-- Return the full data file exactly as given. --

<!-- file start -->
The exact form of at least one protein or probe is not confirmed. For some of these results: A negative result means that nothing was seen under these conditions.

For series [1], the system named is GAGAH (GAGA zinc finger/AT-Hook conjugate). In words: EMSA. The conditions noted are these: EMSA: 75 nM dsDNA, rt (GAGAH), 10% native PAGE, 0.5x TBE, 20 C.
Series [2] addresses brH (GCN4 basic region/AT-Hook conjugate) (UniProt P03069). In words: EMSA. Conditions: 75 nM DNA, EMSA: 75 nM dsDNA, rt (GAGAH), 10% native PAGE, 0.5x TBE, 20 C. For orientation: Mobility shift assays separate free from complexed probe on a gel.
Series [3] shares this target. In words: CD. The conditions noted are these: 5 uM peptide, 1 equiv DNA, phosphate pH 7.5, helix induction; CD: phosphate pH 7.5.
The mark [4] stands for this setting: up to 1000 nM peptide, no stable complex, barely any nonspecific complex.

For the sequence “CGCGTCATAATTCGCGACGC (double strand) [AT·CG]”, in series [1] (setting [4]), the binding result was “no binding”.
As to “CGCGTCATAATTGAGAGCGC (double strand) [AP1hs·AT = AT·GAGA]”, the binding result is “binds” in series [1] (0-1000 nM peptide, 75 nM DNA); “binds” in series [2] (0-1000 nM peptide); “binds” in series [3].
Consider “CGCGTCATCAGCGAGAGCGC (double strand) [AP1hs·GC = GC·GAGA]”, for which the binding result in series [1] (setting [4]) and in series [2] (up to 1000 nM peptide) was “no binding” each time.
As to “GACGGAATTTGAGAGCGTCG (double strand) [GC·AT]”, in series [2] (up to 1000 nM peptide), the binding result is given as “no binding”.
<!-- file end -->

The exact form of at least one protein or probe is not confirmed. For some of these results: A negative result means that nothing was seen under these conditions.

For series [1], the system named is GAGAH (GAGA zinc finger/AT-Hook conjugate). In words: EMSA. The conditions noted are these: EMSA: 75 nM dsDNA, rt (GAGAH), 10% native PAGE, 0.5x TBE, 20 C.
Series [2] addresses brH (GCN4 basic region/AT-Hook conjugate) (UniProt P03069). In words: EMSA. Conditions: 75 nM DNA, EMSA: 75 nM dsDNA, rt (GAGAH), 10% native PAGE, 0.5x TBE, 20 C. For orientation: Mobility shift assays separate free from complexed probe on a gel.
Series [3] shares this target. In words: CD. The conditions noted are these: 5 uM peptide, 1 equiv DNA, phosphate pH 7.5, helix induction; CD: phosphate pH 7.5.
The mark [4] stands for this setting: up to 1000 nM peptide, no stable complex, barely any nonspecific complex.

For the sequence “CGCGTCATAATTCGCGACGC (double strand) [AT·CG]”, in series [1] (setting [4]), the binding result was “no binding”.
As to “CGCGTCATAATTGAGAGCGC (double strand) [AP1hs·AT = AT·GAGA]”, the binding result is “binds” in series [1] (0-1000 nM peptide, 75 nM DNA); “binds” in series [2] (0-1000 nM peptide); “binds” in series [3].
Consider “CGCGTCATCAGCGAGAGCGC (double strand) [AP1hs·GC = GC·GAGA]”, for which the binding result in series [1] (setting [4]) and in series [2] (up to 1000 nM peptide) was “no binding” each time.
As to “GACGGAATTTGAGAGCGTCG (double strand) [GC·AT]”, in series [2] (up to 1000 nM peptide), the binding result is given as “no binding”.